SAN FRANCISCO: Board Cancels Home Health Contract
The San Francisco Board of Supervisors voted 7-3 yesterday to "sign off after the fact" on Mayor Willie Brown's (D) "decision to cancel three contracts with California Pacific Medical Center to provide home health care services to the poor and AIDS patients." The San Francisco Examiner reports that the "unionized Health Department has taken over services at what critics say is a much higher cost." California Pacific Medical Center, which runs the Visiting Nurses Hospice Group, was targeted by the mayor and the unions "after the private, nonprofit health care provider tried to block efforts by home health care workers to unionize." Under orders from Brown, the Health Department canceled its contracts with the organization and shifted the "workers to the city's payroll." Proponents of the switch contend that patients are "[receiving] better care under direct city jurisdiction -- a contention that critics, including representatives from California Pacific Medical Center, say hasn't been proven."
In addition, critics contend the city's program is run at a much higher cost. According to Board of Supervisors Budget Analyst Harvey Rose, the "switch cost taxpayers an estimated 38% more. The program now costs $1.5 million, covering pay for 28 nurses and other operating expenses" (Gordon, 2/3). "Despite the provision of this new information by the Department of Health, the conclusion ... that the city's assumption of services previously provided under contract with the Visiting Nurses Hospice Group would result in significant cost increases, remains unchanged," Rose said. However, City Health Director Dr. Michael Katz said the cost to the city for the program would be about $1.45 million annually -- "just a bit more than the $1.43 million price tag on services provided by the visiting nurses group." The San Francisco Chronicle reports that his figure did not include overhead costs.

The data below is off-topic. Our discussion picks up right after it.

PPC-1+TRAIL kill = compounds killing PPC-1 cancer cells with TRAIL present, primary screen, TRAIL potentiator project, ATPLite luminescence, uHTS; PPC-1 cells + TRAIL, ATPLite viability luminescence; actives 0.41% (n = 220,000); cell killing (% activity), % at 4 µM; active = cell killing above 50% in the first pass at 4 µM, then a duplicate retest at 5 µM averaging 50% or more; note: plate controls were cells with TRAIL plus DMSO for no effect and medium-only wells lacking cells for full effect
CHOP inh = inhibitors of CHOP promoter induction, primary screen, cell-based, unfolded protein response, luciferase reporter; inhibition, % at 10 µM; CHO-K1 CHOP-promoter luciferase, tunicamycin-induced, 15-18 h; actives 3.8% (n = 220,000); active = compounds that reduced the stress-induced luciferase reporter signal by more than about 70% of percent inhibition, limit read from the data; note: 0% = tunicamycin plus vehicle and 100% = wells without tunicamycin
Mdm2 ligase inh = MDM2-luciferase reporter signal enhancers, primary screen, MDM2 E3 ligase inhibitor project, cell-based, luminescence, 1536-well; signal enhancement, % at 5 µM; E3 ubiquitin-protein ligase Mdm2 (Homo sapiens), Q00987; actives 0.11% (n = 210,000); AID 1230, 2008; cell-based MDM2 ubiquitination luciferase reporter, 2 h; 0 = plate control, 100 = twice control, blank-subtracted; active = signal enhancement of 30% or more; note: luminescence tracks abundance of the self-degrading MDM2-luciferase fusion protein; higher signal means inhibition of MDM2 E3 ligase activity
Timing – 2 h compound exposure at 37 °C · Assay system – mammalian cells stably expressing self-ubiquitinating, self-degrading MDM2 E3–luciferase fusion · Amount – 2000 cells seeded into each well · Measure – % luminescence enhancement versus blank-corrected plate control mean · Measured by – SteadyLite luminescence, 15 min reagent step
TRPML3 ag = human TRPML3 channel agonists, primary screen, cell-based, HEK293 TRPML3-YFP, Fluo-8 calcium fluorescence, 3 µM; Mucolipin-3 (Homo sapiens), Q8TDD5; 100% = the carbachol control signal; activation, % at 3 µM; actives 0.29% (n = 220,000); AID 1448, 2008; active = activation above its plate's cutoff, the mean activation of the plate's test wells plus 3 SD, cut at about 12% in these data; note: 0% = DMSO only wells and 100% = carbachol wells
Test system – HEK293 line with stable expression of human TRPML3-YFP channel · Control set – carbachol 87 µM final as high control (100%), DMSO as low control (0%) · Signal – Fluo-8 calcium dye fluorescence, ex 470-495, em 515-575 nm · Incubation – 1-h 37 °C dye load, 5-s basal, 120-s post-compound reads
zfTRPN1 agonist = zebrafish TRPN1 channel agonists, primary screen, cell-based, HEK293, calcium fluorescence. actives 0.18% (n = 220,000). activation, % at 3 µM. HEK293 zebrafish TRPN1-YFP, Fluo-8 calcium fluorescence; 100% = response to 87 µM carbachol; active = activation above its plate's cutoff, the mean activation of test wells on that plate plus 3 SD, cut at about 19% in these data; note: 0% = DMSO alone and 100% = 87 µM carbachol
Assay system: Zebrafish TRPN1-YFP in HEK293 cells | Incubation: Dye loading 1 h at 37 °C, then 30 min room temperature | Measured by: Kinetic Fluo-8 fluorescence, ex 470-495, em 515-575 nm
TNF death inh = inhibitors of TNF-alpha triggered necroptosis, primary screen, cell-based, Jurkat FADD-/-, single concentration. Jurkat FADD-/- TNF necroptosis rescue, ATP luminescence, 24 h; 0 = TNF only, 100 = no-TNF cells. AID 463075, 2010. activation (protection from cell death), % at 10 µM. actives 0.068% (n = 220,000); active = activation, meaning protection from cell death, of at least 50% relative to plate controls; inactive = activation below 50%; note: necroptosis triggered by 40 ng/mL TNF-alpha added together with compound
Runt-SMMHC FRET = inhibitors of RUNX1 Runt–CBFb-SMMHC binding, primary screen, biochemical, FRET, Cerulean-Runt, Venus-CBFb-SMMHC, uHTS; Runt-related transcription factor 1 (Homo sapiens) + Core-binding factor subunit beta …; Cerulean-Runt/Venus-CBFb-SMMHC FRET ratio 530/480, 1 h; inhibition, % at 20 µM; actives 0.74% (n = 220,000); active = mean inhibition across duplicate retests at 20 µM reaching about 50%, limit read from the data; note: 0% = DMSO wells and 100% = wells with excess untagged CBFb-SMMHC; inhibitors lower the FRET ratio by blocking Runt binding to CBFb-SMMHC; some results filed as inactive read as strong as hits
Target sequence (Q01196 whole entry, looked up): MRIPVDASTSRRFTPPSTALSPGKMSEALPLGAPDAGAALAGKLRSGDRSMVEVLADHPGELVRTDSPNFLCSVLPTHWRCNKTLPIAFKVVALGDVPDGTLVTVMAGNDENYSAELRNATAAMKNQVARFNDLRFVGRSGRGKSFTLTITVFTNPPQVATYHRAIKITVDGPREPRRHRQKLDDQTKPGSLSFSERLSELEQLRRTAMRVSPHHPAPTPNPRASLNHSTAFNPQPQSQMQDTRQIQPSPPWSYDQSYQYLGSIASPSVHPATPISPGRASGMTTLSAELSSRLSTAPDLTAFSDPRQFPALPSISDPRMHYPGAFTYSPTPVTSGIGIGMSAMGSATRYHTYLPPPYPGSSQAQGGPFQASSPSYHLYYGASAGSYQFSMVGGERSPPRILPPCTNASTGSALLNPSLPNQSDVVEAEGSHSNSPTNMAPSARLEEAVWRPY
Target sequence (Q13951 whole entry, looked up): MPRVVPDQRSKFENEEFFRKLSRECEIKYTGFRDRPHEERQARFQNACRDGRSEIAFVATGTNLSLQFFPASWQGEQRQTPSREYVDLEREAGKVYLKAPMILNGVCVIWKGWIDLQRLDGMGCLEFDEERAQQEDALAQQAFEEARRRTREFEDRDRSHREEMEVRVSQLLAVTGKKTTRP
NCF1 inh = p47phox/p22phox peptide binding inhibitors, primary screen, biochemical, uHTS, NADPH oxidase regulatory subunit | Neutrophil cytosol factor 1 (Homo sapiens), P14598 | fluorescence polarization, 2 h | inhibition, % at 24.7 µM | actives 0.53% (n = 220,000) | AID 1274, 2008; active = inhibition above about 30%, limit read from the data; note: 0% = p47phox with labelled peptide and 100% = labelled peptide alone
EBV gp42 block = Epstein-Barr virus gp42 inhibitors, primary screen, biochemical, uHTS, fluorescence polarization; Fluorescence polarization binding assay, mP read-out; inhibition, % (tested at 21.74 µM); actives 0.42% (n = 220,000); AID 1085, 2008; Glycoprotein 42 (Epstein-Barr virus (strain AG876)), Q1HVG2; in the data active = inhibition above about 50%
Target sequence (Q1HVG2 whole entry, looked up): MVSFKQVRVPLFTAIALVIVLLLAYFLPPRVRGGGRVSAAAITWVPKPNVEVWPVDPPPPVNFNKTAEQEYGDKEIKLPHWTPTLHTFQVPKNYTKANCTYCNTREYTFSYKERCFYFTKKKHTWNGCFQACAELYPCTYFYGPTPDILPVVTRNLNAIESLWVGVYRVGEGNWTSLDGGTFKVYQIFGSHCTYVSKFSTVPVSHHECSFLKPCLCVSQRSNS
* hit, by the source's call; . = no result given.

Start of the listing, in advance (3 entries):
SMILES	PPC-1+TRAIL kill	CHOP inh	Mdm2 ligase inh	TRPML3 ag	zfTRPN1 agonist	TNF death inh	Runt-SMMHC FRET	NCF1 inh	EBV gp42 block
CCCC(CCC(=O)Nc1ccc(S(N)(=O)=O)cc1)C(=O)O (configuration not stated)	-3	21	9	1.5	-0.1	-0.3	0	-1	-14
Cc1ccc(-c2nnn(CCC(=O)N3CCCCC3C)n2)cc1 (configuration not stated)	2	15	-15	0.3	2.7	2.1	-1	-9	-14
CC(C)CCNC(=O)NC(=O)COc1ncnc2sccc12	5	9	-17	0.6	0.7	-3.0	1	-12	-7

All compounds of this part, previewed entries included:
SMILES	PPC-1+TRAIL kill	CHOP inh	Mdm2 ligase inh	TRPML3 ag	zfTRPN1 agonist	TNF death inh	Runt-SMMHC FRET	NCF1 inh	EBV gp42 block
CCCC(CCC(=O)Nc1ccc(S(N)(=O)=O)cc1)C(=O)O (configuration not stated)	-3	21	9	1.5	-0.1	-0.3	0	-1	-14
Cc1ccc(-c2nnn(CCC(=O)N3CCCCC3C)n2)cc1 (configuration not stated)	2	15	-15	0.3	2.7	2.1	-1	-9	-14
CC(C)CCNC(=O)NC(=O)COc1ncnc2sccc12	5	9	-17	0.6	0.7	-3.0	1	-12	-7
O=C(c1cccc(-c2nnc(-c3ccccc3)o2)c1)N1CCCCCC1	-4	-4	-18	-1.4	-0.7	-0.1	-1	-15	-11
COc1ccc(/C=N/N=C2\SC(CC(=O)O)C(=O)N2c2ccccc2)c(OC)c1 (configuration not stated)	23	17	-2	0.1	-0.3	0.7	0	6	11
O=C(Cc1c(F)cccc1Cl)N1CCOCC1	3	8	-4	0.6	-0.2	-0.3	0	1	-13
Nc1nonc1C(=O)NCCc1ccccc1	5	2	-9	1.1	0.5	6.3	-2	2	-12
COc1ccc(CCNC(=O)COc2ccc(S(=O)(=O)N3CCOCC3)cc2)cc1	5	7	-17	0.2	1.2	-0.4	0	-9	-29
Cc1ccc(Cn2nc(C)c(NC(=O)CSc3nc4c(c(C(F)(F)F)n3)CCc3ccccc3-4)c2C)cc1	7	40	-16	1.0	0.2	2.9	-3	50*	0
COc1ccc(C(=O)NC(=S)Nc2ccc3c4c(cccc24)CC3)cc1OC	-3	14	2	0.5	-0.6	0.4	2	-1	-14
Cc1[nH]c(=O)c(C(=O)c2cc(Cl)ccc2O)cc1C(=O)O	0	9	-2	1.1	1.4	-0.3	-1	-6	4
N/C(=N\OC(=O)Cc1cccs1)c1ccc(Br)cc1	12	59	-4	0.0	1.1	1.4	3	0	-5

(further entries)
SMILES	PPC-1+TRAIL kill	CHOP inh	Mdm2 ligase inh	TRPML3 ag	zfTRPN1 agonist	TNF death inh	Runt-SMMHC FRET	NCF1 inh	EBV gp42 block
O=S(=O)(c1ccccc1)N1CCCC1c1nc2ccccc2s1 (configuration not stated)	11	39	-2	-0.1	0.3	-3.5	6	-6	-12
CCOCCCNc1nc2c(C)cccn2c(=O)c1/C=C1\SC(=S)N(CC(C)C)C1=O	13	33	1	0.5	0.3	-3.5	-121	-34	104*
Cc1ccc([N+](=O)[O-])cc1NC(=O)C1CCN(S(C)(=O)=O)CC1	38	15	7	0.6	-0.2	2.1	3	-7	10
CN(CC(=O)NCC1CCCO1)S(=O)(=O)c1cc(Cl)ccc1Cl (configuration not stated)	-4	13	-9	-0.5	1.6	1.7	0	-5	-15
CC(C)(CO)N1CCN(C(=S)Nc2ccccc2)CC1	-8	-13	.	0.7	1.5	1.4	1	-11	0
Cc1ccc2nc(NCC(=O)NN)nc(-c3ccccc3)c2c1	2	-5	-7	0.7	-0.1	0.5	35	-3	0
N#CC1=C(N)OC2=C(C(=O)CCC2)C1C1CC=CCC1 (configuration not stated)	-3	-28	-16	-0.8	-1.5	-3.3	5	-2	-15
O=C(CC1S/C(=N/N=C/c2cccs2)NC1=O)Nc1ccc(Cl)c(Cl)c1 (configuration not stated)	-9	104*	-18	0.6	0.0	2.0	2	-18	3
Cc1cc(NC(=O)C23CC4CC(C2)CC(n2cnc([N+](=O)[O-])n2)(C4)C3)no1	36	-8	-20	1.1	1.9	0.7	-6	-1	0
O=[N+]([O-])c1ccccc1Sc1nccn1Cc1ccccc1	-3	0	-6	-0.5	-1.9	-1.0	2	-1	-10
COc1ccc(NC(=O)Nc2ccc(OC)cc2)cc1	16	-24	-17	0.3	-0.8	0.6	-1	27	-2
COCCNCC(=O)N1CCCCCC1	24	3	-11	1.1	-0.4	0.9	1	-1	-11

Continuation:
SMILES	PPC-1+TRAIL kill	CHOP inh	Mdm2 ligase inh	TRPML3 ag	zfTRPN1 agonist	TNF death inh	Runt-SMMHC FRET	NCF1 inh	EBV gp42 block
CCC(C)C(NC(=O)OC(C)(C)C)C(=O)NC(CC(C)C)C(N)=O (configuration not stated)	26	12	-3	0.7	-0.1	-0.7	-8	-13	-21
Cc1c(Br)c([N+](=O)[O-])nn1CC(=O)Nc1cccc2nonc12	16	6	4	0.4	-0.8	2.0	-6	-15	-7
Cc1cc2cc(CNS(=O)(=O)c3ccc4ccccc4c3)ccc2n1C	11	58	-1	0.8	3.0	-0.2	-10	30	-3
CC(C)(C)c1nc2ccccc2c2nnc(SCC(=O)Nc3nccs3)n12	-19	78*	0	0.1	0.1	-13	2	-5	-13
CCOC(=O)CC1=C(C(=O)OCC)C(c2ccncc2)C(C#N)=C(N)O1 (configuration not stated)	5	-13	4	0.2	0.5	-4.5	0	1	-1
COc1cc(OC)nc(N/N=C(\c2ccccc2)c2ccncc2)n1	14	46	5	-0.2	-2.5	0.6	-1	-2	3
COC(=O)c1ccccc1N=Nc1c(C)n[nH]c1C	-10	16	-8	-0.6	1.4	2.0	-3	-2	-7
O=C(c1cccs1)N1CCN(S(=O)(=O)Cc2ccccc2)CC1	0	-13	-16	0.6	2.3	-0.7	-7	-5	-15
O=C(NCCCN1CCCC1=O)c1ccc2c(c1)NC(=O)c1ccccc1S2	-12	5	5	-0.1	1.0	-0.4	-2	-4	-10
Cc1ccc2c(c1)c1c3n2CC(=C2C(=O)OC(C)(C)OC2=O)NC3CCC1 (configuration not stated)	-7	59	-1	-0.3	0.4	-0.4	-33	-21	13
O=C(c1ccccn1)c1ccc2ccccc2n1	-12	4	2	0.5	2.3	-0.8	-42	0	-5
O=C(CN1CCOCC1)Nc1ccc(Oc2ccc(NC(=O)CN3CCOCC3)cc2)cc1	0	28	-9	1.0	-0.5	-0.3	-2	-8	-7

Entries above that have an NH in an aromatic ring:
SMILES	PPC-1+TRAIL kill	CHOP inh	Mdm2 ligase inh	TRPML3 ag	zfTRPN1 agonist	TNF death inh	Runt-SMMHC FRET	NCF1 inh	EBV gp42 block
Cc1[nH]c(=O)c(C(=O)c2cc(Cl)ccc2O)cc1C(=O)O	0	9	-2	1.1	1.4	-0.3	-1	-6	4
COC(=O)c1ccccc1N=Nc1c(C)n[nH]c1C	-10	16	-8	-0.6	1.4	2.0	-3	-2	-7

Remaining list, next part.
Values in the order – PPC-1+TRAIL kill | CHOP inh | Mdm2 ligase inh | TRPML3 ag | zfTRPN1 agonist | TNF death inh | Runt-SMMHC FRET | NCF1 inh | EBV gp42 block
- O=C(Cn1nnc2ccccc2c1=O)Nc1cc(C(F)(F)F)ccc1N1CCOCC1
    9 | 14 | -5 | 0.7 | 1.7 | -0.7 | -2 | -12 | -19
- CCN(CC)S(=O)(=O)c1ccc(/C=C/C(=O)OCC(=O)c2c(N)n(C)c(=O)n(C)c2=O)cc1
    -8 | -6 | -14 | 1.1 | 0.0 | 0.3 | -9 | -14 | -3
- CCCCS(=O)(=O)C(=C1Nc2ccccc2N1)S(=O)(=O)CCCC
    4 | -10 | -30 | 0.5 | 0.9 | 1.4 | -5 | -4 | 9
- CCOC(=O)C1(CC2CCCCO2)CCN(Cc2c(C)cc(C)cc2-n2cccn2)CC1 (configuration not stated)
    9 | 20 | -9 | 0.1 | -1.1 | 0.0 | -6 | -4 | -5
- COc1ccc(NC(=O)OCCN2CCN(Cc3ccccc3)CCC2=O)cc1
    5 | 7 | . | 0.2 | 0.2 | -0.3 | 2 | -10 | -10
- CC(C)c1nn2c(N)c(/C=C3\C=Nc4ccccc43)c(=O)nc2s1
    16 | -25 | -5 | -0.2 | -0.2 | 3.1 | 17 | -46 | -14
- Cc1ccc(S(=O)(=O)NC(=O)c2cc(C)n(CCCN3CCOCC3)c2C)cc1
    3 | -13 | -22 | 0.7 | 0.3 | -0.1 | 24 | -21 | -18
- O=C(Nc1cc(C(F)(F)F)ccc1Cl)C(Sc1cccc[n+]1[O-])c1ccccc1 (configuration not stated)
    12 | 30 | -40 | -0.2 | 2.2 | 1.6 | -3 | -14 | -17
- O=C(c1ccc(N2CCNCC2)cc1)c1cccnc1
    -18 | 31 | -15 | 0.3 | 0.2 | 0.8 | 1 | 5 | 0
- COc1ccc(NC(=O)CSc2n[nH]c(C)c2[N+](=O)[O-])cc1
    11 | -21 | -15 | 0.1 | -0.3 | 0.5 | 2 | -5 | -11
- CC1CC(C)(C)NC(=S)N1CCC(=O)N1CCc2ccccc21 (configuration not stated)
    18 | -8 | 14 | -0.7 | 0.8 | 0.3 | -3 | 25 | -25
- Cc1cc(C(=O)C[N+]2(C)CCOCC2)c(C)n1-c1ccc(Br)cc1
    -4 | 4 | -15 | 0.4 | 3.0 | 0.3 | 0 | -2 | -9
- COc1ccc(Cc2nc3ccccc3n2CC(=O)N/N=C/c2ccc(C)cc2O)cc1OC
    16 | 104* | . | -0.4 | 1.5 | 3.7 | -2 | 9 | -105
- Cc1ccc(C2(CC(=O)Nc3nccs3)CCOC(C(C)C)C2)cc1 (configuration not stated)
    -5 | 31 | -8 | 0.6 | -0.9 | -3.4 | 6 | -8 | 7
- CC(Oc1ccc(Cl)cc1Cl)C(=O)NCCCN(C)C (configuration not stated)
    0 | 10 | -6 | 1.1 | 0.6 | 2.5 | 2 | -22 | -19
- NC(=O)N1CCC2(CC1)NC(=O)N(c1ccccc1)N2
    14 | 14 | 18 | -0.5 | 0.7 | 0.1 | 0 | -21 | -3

History of the Controversy
The controversy began last April, when, according to Katz, the Health Department canceled the contracts after the visiting nurses group "refused to take new patients or referrals." However, Board President Barbara Kaufman said the "decision had less to do with quality and more to do with political pressure from powerful unions." She said, "It was over a labor dispute. ... I think it is simply amazing that this body would actually say it's OK to cancel a nonprofit contract and hire people to work for the city instead of the nonprofit ... and then come to the board later and say 'we've done this.'" Service Employees International Union official John Borsos "objected to Kaufman's characterization of the nonprofit doing nothing wrong." "There were 140 workers fired in May for essentially trying to form a union. I think it's an outrage," he said (Wilson, 2/3). The board was scheduled to vote two weeks ago, but delayed the vote until two supervisors, Leland Yee and Michael Yaki, "who had indicated earlier that they would oppose the plan, made an about-face." Yee said he changed his mind because "'the train has already left the station,' and he didn't want to risk interrupting services to patients" (Examiner, 2/3).